Despite the fact that I quit my full-time job almost two years ago, I still pick up shifts about once every three months at my old job. I don’t need the money, but I really liked my old job and enjoyed the people I worked with so it’s sort of a way to stay social. Plus, my old boss only calls me when she’s desperate so I don’t mind helping out.
The work itself isn’t very hard and I’m usually only called in for 4 hours whereas a full shift is 9 hours. After being out of TV production for so long, it’s a bit of a rush whenever I jump back into things but holy crap do I spend a lot of money when I’m there.
Small costs add up to big costs
Everyone has heard of the latte factor and to be honest, I don’t really care about people who want to buy coffee every day. I assume most people aren’t paying $5-7 to get their daily caffeine fix so it’s likely not a big deal if you decide to treat yourself. However, if you’re buying multiple things a day, then that’s where prices tend to add up.
On this shift, I was working 10am – 7pm. Since I wake up at 6am and usually eat breakfast right away, I tend to get a bit peckish around 10am. When I’m at home, it doesn’t matter since I can snack, but I decided to treat myself to McDonald’s breakfast on the way to work. I only had a piece of toast earlier so I figured I get myself a full meal which cost me $7.90.
I got to work and started doing my usual tasks. Since I’m not there often, I took the opportunity to catch up with a bunch of former colleagues. Around 1pm, I started to get a bit hungry again and then I ran into a friend who I hadn’t seen in a year. She was going out to grab lunch so I joined her. Even though we just went to the food court, I still spent about $17 on lunch. Fast food is expensive these days!
Then at 4pm, we all went for our usual coffee run. Knowing that I wouldn’t be off work until 7pm, I decided to grab a tea and a snack which came out to $4. In the past, I would go just for the company and make a tea back at my desk, but since I don’t work there anymore, I no longer have a mug or tea lying around.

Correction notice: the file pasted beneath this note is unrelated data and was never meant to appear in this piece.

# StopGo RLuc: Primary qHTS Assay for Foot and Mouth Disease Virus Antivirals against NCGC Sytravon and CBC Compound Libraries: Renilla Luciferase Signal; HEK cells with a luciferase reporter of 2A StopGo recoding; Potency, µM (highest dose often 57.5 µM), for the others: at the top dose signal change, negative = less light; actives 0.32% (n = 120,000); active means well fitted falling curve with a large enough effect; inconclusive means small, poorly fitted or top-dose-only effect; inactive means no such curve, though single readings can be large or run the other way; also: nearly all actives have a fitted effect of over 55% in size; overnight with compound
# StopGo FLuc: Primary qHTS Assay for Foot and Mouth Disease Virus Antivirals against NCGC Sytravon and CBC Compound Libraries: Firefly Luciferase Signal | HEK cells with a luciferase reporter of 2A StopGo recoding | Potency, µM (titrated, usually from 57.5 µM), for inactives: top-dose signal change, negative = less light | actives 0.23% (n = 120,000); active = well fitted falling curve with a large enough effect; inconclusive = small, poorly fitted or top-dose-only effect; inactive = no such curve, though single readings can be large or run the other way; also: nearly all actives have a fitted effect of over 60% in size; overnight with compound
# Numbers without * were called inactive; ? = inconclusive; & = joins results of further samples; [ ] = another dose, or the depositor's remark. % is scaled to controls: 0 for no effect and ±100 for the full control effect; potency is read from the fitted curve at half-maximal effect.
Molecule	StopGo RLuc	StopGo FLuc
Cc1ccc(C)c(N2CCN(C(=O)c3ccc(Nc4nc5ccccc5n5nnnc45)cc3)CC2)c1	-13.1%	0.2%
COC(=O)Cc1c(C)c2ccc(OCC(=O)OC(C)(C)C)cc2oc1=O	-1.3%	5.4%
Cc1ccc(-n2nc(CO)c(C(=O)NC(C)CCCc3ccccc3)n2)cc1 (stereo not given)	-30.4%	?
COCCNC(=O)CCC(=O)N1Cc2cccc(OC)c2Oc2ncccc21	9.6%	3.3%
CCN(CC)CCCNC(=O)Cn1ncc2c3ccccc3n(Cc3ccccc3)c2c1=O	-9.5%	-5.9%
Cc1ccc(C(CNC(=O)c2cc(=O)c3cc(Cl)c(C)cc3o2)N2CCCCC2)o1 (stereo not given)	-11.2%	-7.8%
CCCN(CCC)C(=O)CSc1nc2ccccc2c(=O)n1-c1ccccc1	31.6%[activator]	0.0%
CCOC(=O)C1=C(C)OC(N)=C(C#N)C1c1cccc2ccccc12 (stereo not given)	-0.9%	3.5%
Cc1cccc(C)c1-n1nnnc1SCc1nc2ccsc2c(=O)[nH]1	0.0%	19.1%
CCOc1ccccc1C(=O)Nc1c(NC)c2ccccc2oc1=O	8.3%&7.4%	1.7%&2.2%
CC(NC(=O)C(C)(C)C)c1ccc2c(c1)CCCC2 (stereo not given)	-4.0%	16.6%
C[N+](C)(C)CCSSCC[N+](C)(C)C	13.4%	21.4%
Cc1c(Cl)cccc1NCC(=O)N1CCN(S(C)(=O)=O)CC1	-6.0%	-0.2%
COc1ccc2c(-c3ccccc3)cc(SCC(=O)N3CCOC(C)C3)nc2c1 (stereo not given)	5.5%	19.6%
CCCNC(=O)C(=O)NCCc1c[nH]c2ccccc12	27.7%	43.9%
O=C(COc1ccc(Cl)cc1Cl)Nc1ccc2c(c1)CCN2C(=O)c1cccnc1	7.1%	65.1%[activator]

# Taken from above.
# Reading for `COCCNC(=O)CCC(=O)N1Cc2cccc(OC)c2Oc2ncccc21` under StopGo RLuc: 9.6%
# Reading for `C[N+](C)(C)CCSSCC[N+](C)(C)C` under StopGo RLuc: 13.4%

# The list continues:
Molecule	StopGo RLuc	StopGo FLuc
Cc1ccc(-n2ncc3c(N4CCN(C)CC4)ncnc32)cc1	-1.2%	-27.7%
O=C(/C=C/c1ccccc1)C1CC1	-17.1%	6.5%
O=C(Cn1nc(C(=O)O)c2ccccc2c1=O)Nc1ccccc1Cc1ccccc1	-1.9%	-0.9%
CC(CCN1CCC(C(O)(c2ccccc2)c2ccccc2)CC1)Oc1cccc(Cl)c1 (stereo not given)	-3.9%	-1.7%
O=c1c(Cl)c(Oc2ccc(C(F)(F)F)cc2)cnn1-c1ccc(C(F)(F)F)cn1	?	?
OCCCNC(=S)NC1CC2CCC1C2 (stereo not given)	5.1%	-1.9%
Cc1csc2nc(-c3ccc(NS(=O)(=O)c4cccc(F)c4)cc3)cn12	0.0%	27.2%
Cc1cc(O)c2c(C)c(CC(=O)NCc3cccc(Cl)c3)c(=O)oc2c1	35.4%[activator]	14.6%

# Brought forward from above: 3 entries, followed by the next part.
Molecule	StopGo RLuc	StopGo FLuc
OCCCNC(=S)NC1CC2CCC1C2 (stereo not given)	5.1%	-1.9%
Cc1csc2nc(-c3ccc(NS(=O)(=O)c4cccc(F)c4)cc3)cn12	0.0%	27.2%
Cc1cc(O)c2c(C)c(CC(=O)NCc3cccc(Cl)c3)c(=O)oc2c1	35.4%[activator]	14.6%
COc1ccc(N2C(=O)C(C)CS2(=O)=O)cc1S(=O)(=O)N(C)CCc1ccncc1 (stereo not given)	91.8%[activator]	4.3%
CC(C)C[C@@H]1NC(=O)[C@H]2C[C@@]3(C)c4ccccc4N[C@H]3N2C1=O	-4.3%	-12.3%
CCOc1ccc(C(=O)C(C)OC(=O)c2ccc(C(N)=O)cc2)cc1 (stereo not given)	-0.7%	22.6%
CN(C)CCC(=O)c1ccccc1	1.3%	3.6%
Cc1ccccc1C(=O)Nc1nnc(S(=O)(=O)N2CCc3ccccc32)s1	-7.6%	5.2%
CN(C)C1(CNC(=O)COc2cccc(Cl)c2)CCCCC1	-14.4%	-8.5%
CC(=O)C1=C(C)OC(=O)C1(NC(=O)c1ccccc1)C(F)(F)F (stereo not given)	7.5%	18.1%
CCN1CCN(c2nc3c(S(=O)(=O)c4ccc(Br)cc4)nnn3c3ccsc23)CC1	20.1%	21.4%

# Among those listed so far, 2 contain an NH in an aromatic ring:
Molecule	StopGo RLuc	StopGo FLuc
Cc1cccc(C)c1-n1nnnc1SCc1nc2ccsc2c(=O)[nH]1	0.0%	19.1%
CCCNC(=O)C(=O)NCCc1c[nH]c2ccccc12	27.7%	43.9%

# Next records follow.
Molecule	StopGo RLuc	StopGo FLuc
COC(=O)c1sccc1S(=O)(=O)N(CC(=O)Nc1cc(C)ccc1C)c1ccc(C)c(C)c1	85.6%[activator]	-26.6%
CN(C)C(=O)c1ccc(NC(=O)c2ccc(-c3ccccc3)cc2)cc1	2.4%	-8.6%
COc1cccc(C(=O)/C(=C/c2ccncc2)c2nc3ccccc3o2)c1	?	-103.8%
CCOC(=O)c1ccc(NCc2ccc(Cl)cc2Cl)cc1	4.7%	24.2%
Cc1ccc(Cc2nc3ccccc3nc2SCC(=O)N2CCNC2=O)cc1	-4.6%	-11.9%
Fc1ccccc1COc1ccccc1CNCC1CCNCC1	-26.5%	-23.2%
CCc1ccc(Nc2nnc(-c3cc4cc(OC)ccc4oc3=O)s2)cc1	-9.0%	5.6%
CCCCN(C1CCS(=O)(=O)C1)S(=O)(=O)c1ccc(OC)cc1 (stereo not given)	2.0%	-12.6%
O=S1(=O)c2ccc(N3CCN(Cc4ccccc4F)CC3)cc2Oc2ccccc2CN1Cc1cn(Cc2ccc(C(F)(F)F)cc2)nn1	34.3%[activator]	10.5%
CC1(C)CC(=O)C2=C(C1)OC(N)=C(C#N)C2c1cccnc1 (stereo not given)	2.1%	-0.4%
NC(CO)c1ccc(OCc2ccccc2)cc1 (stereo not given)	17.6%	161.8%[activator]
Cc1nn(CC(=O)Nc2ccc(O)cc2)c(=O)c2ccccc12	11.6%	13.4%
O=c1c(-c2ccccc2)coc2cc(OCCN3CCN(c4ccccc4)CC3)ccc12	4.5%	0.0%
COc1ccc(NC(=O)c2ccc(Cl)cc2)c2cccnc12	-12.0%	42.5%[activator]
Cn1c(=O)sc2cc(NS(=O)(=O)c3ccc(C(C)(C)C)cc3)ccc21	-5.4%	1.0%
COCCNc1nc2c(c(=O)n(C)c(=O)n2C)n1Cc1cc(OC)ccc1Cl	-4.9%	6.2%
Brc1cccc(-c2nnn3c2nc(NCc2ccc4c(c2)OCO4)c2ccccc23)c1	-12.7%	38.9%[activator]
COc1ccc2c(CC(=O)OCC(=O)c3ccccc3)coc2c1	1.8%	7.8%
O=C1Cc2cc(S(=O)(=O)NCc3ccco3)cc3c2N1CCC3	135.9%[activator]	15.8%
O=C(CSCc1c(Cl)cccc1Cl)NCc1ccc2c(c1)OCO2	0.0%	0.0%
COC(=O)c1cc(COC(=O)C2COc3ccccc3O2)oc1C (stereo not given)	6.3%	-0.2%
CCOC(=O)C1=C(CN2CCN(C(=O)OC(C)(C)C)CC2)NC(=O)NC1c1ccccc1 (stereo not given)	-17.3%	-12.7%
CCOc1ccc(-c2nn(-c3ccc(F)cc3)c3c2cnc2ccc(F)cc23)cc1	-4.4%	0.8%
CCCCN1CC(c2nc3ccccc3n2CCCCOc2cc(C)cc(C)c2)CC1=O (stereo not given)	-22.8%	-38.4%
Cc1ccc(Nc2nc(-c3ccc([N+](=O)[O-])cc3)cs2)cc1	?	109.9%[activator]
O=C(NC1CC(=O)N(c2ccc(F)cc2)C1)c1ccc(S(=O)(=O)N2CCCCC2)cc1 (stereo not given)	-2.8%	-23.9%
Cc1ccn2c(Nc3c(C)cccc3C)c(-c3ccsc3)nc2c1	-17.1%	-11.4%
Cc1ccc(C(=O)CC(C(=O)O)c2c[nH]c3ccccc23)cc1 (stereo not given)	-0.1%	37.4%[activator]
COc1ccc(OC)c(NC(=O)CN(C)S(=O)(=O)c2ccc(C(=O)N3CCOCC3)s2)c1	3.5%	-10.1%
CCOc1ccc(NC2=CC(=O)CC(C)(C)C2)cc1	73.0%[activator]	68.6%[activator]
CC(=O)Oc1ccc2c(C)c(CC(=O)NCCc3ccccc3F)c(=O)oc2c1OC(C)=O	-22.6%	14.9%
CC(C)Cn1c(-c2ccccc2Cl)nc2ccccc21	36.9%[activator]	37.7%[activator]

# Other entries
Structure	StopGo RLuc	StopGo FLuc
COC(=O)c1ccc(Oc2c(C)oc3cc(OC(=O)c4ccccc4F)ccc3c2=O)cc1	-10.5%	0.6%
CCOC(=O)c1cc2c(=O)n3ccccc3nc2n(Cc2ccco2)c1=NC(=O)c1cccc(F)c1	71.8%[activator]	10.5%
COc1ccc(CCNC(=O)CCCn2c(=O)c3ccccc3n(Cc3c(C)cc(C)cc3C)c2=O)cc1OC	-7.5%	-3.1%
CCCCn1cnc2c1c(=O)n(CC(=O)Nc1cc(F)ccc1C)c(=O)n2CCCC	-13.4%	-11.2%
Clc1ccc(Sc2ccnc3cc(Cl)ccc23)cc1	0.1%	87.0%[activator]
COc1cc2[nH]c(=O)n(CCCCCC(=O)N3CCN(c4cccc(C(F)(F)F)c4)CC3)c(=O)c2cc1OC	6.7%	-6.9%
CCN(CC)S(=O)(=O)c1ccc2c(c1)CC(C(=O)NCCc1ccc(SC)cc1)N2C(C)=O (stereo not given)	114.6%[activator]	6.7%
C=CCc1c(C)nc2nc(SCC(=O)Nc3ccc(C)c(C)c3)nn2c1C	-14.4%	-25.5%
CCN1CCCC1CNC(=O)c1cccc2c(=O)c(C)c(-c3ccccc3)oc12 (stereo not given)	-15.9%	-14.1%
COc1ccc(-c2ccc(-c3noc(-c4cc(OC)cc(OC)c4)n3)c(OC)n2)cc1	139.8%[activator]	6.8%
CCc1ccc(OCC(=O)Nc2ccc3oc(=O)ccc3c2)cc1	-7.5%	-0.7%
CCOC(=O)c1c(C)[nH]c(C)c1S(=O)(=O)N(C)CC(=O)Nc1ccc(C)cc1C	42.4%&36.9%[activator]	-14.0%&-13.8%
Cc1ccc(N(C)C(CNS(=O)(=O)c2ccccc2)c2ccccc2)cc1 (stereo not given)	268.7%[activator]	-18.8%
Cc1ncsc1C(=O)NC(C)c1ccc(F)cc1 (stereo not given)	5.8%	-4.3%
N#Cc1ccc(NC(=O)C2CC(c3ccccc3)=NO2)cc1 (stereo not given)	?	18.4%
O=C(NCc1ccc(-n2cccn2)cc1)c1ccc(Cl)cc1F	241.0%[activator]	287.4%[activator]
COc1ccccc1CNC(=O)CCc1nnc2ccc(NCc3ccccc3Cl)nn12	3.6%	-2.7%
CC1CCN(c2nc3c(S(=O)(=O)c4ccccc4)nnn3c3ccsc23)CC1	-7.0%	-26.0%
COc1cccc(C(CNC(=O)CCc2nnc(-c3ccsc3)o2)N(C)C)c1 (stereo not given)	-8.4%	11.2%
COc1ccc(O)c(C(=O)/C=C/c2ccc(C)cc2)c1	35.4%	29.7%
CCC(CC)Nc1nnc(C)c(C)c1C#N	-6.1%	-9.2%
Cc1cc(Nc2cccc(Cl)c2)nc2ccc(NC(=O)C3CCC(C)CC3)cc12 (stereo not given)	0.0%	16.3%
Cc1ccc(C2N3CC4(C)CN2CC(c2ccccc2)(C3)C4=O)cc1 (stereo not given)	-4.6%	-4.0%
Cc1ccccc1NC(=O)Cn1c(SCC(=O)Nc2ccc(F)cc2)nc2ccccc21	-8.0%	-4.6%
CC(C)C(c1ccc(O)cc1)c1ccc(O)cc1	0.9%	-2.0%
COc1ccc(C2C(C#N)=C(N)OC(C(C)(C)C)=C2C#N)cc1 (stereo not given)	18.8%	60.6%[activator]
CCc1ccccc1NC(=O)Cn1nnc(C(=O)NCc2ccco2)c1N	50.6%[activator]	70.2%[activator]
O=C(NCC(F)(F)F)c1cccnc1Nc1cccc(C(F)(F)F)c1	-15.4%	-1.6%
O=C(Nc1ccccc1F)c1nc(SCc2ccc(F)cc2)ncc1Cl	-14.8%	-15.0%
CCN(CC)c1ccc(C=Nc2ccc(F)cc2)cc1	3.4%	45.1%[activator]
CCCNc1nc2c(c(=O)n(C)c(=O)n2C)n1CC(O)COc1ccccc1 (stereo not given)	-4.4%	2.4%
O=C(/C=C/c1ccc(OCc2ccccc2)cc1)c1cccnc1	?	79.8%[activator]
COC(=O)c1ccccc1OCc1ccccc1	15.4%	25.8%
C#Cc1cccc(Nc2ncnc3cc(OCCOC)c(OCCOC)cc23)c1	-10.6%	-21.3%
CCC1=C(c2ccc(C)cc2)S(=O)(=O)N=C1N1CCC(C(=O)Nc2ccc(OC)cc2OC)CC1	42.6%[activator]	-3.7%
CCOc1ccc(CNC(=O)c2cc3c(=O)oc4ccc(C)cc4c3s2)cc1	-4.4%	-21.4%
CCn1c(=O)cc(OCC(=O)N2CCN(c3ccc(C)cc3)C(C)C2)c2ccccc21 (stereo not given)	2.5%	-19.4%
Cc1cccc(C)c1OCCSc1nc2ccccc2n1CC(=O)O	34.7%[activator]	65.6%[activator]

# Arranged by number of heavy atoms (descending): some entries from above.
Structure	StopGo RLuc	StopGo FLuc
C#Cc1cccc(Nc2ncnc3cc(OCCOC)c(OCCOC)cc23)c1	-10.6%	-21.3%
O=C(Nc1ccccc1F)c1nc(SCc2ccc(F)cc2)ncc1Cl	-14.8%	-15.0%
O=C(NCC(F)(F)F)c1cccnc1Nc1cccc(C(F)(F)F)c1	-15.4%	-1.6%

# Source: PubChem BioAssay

In the end, I spent almost $29 on food that day. Fortunately, I had leftovers for dinner because I know I would have been too tired to make something when I got home which was close to 8pm. Had I bought dinner, my tally could have easily been around $45 for the day
The one-offs can get you
During this same shift, someone was about to go off on maternity leave so they were passing around a card and taking cash donations. Fortunately, this person was hired after I quit so I felt no obligation to give them anything.
But here’s the thing, why should you feel obligated to donate to these kinds of events? No one sent a collection around for me (because I’m a guy) when I still worked there and was about to have a baby. If the person was a friend outside of work, I would have got them a gift regardless. Yes, they may be a good co-worker, but I can’t afford to be parting with my cash for every random occasion.
That said, there’s one thing I will always take part in at work regardless of how much it’ll cost me. The office lottery pool. I totally understand that the odds are never in my favour and I should technically never play the lottery since it’s basically throwing my money away. But there’s no way I take the chance of being the only loser who has to come into work the next day in the rare event the group hits the jackpot. You can have my $2, $5, $10 or whatever each week, that’s money well spent.
It’s impossible to spend no money at work unless you’re super frugal or prepared, but at least I used one of the best travel credit cards whenever I make purchases so I can at least earn some points. I don’t even want to guess at how much money I’ve spent on miscellaneous things at work over the years so I’m glad I work mostly from home now.